There's just no way he's not pulling the strings here. This isn’t another case of the best luck ever raining down on him, as much as it is -- the stakes have been raised and his need to control the outcome is commensurate.

Odds and Ends

*The Forensics Three held together the funnier moments of ‘Hassun.’ They moved seamlessly between serious and self-satisfied.

*Shawn Doyle was on Big Love. He played Bill Paxton’s smarmy broken cult-loving brother so very memorably. What I am trying to say here is that the casting is perfect!

*I keep reminding myself to watch the Hannibal/Will scenes keeping in mind that Will is in control or at least doing his damndest to be. Watching them from that perspective gives them a different feel and interpretation.

*Guess who’s fishing the ENTIRE time Dr. Chilton is testifying? HA!

*The second time Hannibal visits Will, it’s with the bailiff’s crime scene photos in hand. I actually don’t think that Jack approved that. And based on the ensuing conversation, the only agenda present was Hannibal’s. He wasn’t helping the FBI here.

*Occam’s Broom is really a thing. Will refers to it when he claims Hannibal is sweeping certain facts under the rug conveniently about the killer. It’s like the cynical jaded brother of Occam’s Razor.

*Speaking of cynical, this may just be me, but I was again struck with how arbitrary, arcane and completely useless it is to swear on the Bible before one testifies not once this episode (Freddie Lounds) but twice (yeah, you, too, Hannibal).

*Will sees the antlered man as the witness when Hannibal first takes the stand.

*Whoever murdered the judge certainly has a flair for the dramatic! The scales of justice holding his brain and his heart, respectively, created an indelible image.

*The final scene was Alana and Will sharing a tender moment, albeit him in handcuffs. He told her the killer wanted to know him and when he asks her what she wants, she wistfully replies she wants to save him.

*I am live-tweeting the show each Friday at 10pm est. If you're on Twitter and you watch the show live, too, give me a shout (@JolieandElvis) and we can talk amongst ourselves during the hour!


Jack: “I had been warned by more than one person that if I pushed Will, that I’d break him. I put those checks and balances in place and then ignored them. And here we are.”

Leonard Brauer (after he finds an ear in an envelope): “I think I opened your mail.”

Hannibal: “The boundaries of what’s considered normal are getting narrower.”

Will: “How far would you go to help me?”
Hannibal: “It hadn’t occurred to me to send you an ear but I’m glad someone has.”

Will: “Accusing you makes me look insane. I’m not insane. Not anymore.”

Dr. Chilton: “There is not yet a name for whatever Will Graham is.”

Dr. Chilton: “Will Graham is driven by vanity and his own whims. He has a very high opinion of his intelligence. Ergo, he caught the other killers simply to prove he was smarter than all of them, too. Saving lives is just as arousing as ending them. He likes to play God.”

Hannibal: “This crime offered us both reasonable doubt.”
Will: “It offered us a distraction.”

Hannibal: (on the stand) “Will Graham is and always will be my friend.”

Hannibal: “Psychopathic violence is predominantly goal-oriented. A means to a very particular end.”


Freeman said...

The lawyer is also my new favorite character, he was just so great at his job. Oftentimes in situations like this the lawyer character would be all stressed and upset, but Leonard knows how to play the game and play it well. It was incredibly satisfying seeing him take Freddie down a peg.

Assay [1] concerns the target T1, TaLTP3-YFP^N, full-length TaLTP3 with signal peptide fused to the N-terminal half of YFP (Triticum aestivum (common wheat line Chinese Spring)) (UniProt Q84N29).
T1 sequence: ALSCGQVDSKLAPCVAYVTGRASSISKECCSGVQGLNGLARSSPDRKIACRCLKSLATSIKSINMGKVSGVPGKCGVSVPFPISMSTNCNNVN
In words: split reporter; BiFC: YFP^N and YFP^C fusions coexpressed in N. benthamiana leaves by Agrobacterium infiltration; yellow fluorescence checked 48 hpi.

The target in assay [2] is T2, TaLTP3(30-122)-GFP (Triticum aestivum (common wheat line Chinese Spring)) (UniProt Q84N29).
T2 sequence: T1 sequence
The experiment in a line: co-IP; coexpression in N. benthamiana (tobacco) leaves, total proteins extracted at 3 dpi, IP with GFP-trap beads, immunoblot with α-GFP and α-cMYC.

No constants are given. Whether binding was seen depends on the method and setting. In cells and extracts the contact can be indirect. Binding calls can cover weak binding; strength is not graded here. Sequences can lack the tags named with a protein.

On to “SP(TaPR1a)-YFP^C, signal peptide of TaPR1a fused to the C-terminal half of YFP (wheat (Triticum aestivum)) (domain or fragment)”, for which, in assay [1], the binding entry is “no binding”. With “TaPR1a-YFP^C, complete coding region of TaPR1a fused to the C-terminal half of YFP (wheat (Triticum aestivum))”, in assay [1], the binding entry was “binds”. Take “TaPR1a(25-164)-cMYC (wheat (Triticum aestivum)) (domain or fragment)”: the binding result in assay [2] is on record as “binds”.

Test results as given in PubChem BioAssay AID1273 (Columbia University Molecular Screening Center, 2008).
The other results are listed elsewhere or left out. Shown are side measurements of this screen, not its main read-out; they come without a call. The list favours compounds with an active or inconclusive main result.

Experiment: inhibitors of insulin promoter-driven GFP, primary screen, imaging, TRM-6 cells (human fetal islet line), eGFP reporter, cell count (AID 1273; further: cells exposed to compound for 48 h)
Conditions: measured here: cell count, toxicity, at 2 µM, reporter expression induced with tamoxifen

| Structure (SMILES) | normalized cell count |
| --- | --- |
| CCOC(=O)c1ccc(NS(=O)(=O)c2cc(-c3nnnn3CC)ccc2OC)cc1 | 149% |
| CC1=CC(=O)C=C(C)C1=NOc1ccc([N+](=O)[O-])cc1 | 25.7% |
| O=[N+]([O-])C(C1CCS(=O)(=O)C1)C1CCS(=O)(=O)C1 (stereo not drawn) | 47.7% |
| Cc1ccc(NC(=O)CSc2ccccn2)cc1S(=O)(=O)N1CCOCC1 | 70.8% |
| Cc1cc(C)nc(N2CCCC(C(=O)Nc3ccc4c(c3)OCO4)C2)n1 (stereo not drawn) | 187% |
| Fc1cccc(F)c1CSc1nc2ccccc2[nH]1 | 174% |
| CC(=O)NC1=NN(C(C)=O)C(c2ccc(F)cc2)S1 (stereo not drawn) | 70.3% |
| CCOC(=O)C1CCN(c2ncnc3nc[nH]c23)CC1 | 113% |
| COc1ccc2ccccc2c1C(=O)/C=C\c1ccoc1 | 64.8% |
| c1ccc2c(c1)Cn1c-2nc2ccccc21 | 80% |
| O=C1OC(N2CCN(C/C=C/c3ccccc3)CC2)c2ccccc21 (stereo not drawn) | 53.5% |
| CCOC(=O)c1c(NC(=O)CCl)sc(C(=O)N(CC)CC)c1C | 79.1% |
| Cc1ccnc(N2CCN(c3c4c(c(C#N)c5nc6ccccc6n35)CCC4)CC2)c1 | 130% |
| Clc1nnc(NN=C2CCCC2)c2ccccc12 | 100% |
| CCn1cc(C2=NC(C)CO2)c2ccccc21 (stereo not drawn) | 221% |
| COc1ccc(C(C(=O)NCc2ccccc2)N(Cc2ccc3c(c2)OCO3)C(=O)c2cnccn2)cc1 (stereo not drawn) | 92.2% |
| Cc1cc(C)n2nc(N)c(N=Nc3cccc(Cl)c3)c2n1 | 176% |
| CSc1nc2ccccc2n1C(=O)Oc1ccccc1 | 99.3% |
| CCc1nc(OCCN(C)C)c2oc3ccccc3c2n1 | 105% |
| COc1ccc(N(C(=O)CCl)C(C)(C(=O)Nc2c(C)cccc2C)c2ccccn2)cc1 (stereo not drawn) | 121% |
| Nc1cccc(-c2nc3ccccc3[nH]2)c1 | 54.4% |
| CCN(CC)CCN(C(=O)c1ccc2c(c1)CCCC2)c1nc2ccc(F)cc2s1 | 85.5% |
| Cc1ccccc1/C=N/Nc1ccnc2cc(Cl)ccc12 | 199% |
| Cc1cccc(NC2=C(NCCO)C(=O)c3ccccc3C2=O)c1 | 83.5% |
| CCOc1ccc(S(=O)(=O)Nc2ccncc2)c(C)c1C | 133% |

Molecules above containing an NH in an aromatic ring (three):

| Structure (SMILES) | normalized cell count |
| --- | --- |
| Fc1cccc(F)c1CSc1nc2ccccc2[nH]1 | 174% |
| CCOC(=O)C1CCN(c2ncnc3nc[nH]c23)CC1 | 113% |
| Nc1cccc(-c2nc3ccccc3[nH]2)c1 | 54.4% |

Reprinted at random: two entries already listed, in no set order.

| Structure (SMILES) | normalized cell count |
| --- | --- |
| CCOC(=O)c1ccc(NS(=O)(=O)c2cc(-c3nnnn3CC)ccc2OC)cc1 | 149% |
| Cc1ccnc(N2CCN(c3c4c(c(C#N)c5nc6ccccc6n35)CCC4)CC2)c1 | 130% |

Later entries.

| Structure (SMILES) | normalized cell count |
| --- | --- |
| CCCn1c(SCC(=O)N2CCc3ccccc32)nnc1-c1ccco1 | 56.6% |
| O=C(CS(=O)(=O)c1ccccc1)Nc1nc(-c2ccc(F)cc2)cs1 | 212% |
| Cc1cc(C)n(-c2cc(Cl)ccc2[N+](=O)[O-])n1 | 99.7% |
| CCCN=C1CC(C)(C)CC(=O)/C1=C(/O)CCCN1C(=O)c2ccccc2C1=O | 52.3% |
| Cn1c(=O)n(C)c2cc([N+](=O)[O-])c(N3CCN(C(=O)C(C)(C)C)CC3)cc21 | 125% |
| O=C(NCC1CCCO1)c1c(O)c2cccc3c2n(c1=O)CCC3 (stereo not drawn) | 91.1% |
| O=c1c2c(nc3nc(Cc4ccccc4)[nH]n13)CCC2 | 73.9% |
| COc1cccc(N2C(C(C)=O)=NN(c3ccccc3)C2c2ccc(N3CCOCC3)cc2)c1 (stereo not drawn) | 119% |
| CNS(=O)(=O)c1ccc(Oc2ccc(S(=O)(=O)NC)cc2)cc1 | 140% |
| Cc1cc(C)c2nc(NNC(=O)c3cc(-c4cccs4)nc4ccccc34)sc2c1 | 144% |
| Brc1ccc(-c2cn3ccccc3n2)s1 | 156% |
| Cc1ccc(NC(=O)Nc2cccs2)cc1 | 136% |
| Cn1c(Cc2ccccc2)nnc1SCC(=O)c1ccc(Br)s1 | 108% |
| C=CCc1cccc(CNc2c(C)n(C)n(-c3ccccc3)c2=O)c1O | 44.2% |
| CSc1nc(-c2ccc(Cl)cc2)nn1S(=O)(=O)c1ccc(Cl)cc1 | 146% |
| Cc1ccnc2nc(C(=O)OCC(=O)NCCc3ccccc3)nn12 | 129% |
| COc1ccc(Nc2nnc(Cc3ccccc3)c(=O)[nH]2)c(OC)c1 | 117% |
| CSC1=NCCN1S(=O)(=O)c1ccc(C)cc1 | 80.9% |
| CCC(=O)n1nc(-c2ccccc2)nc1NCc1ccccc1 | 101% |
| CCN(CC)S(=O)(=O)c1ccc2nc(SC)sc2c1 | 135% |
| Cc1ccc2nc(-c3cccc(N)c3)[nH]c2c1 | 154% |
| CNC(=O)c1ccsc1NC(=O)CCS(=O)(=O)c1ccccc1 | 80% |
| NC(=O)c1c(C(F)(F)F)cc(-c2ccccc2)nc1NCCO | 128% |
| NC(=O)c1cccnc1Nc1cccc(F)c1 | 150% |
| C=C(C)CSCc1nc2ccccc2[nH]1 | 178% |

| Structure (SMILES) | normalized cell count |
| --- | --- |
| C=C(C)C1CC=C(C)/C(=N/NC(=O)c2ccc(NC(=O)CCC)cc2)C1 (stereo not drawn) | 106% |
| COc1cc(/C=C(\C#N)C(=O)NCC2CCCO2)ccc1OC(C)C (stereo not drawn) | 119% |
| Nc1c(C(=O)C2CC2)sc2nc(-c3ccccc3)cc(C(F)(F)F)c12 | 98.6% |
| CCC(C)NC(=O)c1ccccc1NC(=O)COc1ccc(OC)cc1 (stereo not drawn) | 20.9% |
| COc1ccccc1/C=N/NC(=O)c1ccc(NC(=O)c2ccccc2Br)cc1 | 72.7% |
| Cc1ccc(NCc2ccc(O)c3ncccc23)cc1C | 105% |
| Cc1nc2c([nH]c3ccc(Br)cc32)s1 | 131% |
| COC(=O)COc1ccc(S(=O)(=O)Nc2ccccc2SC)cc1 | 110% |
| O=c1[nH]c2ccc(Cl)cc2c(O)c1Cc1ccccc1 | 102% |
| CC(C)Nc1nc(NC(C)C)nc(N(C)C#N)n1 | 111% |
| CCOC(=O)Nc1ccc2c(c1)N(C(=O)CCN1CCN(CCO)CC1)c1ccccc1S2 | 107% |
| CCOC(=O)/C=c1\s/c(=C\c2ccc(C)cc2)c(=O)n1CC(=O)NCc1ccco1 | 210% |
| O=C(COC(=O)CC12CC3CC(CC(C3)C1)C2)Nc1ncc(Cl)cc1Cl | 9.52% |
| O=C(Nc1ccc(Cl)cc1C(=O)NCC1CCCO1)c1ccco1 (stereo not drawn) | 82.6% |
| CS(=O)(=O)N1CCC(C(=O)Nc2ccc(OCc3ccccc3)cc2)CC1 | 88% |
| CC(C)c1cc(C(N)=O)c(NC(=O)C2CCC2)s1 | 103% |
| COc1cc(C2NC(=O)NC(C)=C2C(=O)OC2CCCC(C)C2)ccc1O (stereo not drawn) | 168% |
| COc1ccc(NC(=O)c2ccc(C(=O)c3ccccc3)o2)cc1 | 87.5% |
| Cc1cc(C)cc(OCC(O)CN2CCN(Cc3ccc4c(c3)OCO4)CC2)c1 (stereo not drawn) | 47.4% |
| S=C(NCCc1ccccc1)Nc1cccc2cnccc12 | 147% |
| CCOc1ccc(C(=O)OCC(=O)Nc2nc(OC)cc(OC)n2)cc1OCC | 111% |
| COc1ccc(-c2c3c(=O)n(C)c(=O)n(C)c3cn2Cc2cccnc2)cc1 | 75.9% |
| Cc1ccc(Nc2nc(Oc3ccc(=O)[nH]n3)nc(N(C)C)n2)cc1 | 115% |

I'm fairly certain the swearing on the Bible scenes were put in to show just how pointless that can be in court. Especially when you consider the characters that were shown doing it. I don't even think Freddie said "so help me God" haha. But I guess it's just one of those things that sticks around.

It was great that Jack didn't let Will down in the end. I'm really curious to see his reaction when all the chips fall into place.

I tip my hat to Hugh Dancy. He can manage to say a lot without speaking a word.

Heather said...

Freeman, YES to everything you said. And btw, from what I have read, people are particularly excited to see Jack FREAK OUT when he learns who Hannibal is. I'm trying to figure out if this is the gift the show gave us of starting out with that opening scene? Or if it's because, I mean, Laurence Fishburne. :)
Hugh Dancy really is so good. And possibly underestimated/underrated at times because of all the other big personalities on the show. I saw him over the summer in the West Village. He was crossing street. I almost fainted because of my love of Hannibal but also his presence was just remarkable! And he's pretty tall!
Enjoy this week's show.

mazephoenix said...

I hope nobody eats the lawyer. Great addition to the show. Freddie Lounds testimony was brief but fun. Well not for her.
I want to see Martin Donovan again..hope we do.
And Dancy gives a masterclass in acting each week.
Hannibal probably thinks he's being a friend to Will. It would be hilarious if it wasn't so sad.

Heather said...

Mazephoenix: it's funny that as viewers we watch the show hoping various people don't get eaten! That's pretty wild really.
I agree that if the characters were written any less dimensionally (esp. Hannibal) the show would be much different tonally.

Tim said...

An incredible show. Quite unlike anything I've seen on TV before.

I love the continuing visual and spoken references to the original source -

Chilton's comment this week that
“There is not yet a name for whatever Will Graham is.”

mirroring Clarice Starling's description of Lecter in The Silence Of The Lambs:
"They don't have a name for what he is."

So many touches and details like that rewarding the viewers. Love it.

Thank you for the excellent reviews, Heather.


Heather said...

I'm so glad you know the movie/book references. Please for the love of god offer them up when you spot them! It adds another great layer to this show. And the enjoyment of it. :)